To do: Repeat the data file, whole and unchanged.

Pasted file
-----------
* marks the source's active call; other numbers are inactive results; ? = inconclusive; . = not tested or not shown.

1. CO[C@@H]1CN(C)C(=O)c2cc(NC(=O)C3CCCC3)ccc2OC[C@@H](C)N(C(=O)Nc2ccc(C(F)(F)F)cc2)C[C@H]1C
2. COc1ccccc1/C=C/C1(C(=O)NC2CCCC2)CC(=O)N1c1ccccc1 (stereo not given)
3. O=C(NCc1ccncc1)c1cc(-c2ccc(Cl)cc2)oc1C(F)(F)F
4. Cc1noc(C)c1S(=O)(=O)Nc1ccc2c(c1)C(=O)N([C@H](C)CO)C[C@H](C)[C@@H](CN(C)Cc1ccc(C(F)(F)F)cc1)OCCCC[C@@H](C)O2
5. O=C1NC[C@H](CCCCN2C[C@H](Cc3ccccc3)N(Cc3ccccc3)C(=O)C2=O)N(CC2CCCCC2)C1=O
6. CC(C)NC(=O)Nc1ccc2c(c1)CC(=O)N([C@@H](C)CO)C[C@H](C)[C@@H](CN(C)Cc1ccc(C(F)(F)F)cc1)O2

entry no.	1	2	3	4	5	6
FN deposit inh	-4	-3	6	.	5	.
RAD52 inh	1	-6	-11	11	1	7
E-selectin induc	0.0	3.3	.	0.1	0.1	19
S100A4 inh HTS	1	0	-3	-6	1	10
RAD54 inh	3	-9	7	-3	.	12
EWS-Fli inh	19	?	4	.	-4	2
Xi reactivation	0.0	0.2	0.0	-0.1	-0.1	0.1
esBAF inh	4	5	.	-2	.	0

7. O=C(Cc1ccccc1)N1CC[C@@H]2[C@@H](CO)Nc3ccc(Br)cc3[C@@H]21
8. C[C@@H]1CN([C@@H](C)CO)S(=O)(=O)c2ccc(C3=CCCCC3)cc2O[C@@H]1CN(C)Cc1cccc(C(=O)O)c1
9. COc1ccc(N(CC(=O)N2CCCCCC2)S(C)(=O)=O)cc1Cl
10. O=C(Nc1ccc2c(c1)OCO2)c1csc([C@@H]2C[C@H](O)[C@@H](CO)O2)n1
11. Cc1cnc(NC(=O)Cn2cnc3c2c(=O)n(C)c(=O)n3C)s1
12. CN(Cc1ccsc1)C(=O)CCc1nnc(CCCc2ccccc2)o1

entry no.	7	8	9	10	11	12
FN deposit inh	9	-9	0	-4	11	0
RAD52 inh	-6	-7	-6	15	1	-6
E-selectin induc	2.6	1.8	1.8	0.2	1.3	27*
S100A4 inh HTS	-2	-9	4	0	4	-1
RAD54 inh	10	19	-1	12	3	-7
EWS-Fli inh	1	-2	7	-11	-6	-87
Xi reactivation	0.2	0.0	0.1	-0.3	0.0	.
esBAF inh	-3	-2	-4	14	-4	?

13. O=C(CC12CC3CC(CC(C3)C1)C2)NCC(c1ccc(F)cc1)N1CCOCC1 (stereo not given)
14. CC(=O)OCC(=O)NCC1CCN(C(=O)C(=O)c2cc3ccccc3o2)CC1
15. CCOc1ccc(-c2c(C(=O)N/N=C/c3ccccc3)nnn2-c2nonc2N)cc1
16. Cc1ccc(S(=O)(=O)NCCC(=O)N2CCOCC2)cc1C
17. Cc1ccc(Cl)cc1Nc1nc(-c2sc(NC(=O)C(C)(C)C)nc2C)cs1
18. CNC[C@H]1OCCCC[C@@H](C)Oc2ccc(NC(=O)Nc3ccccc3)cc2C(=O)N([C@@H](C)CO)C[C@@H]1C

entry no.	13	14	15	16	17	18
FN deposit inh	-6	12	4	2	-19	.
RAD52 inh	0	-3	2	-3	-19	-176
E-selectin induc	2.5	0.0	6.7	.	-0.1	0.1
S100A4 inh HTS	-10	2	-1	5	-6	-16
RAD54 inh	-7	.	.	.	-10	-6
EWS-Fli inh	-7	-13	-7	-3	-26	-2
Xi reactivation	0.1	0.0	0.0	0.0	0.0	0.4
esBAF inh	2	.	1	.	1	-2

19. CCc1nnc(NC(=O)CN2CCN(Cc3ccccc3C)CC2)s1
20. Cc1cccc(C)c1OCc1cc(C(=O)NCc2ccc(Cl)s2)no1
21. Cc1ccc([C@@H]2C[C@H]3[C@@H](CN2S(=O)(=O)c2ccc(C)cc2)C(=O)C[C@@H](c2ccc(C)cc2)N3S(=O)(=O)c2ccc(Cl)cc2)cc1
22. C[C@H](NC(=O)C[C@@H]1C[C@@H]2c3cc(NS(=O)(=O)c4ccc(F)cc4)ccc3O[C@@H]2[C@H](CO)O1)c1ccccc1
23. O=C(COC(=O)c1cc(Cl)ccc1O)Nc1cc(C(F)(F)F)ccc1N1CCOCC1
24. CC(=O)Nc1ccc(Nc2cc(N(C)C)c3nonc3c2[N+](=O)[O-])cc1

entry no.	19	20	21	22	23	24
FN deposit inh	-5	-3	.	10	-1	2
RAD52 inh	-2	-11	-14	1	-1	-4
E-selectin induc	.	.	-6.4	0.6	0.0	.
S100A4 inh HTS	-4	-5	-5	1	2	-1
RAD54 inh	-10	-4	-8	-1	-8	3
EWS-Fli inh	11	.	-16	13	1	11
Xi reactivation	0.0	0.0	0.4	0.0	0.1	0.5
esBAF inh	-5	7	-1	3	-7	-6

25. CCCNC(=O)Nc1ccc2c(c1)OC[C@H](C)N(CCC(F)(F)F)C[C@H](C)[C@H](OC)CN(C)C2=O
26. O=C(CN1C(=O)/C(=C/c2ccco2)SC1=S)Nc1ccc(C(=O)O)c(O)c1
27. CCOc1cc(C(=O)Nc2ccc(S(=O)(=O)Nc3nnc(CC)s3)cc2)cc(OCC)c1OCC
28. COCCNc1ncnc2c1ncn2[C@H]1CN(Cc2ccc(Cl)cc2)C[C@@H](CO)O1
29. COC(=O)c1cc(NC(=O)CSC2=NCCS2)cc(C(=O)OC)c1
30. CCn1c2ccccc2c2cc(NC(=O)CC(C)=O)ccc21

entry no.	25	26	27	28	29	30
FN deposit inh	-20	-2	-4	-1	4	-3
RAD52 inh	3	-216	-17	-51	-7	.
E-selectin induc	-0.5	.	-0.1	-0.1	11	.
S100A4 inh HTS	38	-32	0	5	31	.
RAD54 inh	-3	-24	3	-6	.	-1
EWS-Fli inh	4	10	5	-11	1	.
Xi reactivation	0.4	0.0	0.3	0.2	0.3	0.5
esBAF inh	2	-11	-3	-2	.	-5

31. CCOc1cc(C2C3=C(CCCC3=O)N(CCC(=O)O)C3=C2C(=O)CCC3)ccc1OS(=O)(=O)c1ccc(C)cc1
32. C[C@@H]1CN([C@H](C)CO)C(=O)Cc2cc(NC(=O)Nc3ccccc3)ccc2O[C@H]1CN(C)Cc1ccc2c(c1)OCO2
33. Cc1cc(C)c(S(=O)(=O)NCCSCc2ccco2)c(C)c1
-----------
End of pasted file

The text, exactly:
* marks the source's active call; other numbers are inactive results; ? = inconclusive; . = not tested or not shown.

1. CO[C@@H]1CN(C)C(=O)c2cc(NC(=O)C3CCCC3)ccc2OC[C@@H](C)N(C(=O)Nc2ccc(C(F)(F)F)cc2)C[C@H]1C
2. COc1ccccc1/C=C/C1(C(=O)NC2CCCC2)CC(=O)N1c1ccccc1 (stereo not given)
3. O=C(NCc1ccncc1)c1cc(-c2ccc(Cl)cc2)oc1C(F)(F)F
4. Cc1noc(C)c1S(=O)(=O)Nc1ccc2c(c1)C(=O)N([C@H](C)CO)C[C@H](C)[C@@H](CN(C)Cc1ccc(C(F)(F)F)cc1)OCCCC[C@@H](C)O2
5. O=C1NC[C@H](CCCCN2C[C@H](Cc3ccccc3)N(Cc3ccccc3)C(=O)C2=O)N(CC2CCCCC2)C1=O
6. CC(C)NC(=O)Nc1ccc2c(c1)CC(=O)N([C@@H](C)CO)C[C@H](C)[C@@H](CN(C)Cc1ccc(C(F)(F)F)cc1)O2

entry no.	1	2	3	4	5	6
FN deposit inh	-4	-3	6	.	5	.
RAD52 inh	1	-6	-11	11	1	7
E-selectin induc	0.0	3.3	.	0.1	0.1	19
S100A4 inh HTS	1	0	-3	-6	1	10
RAD54 inh	3	-9	7	-3	.	12
EWS-Fli inh	19	?	4	.	-4	2
Xi reactivation	0.0	0.2	0.0	-0.1	-0.1	0.1
esBAF inh	4	5	.	-2	.	0

7. O=C(Cc1ccccc1)N1CC[C@@H]2[C@@H](CO)Nc3ccc(Br)cc3[C@@H]21
8. C[C@@H]1CN([C@@H](C)CO)S(=O)(=O)c2ccc(C3=CCCCC3)cc2O[C@@H]1CN(C)Cc1cccc(C(=O)O)c1
9. COc1ccc(N(CC(=O)N2CCCCCC2)S(C)(=O)=O)cc1Cl
10. O=C(Nc1ccc2c(c1)OCO2)c1csc([C@@H]2C[C@H](O)[C@@H](CO)O2)n1
11. Cc1cnc(NC(=O)Cn2cnc3c2c(=O)n(C)c(=O)n3C)s1
12. CN(Cc1ccsc1)C(=O)CCc1nnc(CCCc2ccccc2)o1

entry no.	7	8	9	10	11	12
FN deposit inh	9	-9	0	-4	11	0
RAD52 inh	-6	-7	-6	15	1	-6
E-selectin induc	2.6	1.8	1.8	0.2	1.3	27*
S100A4 inh HTS	-2	-9	4	0	4	-1
RAD54 inh	10	19	-1	12	3	-7
EWS-Fli inh	1	-2	7	-11	-6	-87
Xi reactivation	0.2	0.0	0.1	-0.3	0.0	.
esBAF inh	-3	-2	-4	14	-4	?

13. O=C(CC12CC3CC(CC(C3)C1)C2)NCC(c1ccc(F)cc1)N1CCOCC1 (stereo not given)
14. CC(=O)OCC(=O)NCC1CCN(C(=O)C(=O)c2cc3ccccc3o2)CC1
15. CCOc1ccc(-c2c(C(=O)N/N=C/c3ccccc3)nnn2-c2nonc2N)cc1
16. Cc1ccc(S(=O)(=O)NCCC(=O)N2CCOCC2)cc1C
17. Cc1ccc(Cl)cc1Nc1nc(-c2sc(NC(=O)C(C)(C)C)nc2C)cs1
18. CNC[C@H]1OCCCC[C@@H](C)Oc2ccc(NC(=O)Nc3ccccc3)cc2C(=O)N([C@@H](C)CO)C[C@@H]1C

entry no.	13	14	15	16	17	18
FN deposit inh	-6	12	4	2	-19	.
RAD52 inh	0	-3	2	-3	-19	-176
E-selectin induc	2.5	0.0	6.7	.	-0.1	0.1
S100A4 inh HTS	-10	2	-1	5	-6	-16
RAD54 inh	-7	.	.	.	-10	-6
EWS-Fli inh	-7	-13	-7	-3	-26	-2
Xi reactivation	0.1	0.0	0.0	0.0	0.0	0.4
esBAF inh	2	.	1	.	1	-2

19. CCc1nnc(NC(=O)CN2CCN(Cc3ccccc3C)CC2)s1
20. Cc1cccc(C)c1OCc1cc(C(=O)NCc2ccc(Cl)s2)no1
21. Cc1ccc([C@@H]2C[C@H]3[C@@H](CN2S(=O)(=O)c2ccc(C)cc2)C(=O)C[C@@H](c2ccc(C)cc2)N3S(=O)(=O)c2ccc(Cl)cc2)cc1
22. C[C@H](NC(=O)C[C@@H]1C[C@@H]2c3cc(NS(=O)(=O)c4ccc(F)cc4)ccc3O[C@@H]2[C@H](CO)O1)c1ccccc1
23. O=C(COC(=O)c1cc(Cl)ccc1O)Nc1cc(C(F)(F)F)ccc1N1CCOCC1
24. CC(=O)Nc1ccc(Nc2cc(N(C)C)c3nonc3c2[N+](=O)[O-])cc1

entry no.	19	20	21	22	23	24
FN deposit inh	-5	-3	.	10	-1	2
RAD52 inh	-2	-11	-14	1	-1	-4
E-selectin induc	.	.	-6.4	0.6	0.0	.
S100A4 inh HTS	-4	-5	-5	1	2	-1
RAD54 inh	-10	-4	-8	-1	-8	3
EWS-Fli inh	11	.	-16	13	1	11
Xi reactivation	0.0	0.0	0.4	0.0	0.1	0.5
esBAF inh	-5	7	-1	3	-7	-6

25. CCCNC(=O)Nc1ccc2c(c1)OC[C@H](C)N(CCC(F)(F)F)C[C@H](C)[C@H](OC)CN(C)C2=O
26. O=C(CN1C(=O)/C(=C/c2ccco2)SC1=S)Nc1ccc(C(=O)O)c(O)c1
27. CCOc1cc(C(=O)Nc2ccc(S(=O)(=O)Nc3nnc(CC)s3)cc2)cc(OCC)c1OCC
28. COCCNc1ncnc2c1ncn2[C@H]1CN(Cc2ccc(Cl)cc2)C[C@@H](CO)O1
29. COC(=O)c1cc(NC(=O)CSC2=NCCS2)cc(C(=O)OC)c1
30. CCn1c2ccccc2c2cc(NC(=O)CC(C)=O)ccc21

entry no.	25	26	27	28	29	30
FN deposit inh	-20	-2	-4	-1	4	-3
RAD52 inh	3	-216	-17	-51	-7	.
E-selectin induc	-0.5	.	-0.1	-0.1	11	.
S100A4 inh HTS	38	-32	0	5	31	.
RAD54 inh	-3	-24	3	-6	.	-1
EWS-Fli inh	4	10	5	-11	1	.
Xi reactivation	0.4	0.0	0.3	0.2	0.3	0.5
esBAF inh	2	-11	-3	-2	.	-5

31. CCOc1cc(C2C3=C(CCCC3=O)N(CCC(=O)O)C3=C2C(=O)CCC3)ccc1OS(=O)(=O)c1ccc(C)cc1
32. C[C@@H]1CN([C@H](C)CO)C(=O)Cc2cc(NC(=O)Nc3ccccc3)ccc2O[C@H]1CN(C)Cc1ccc2c(c1)OCO2
33. Cc1cc(C)c(S(=O)(=O)NCCSCc2ccco2)c(C)c1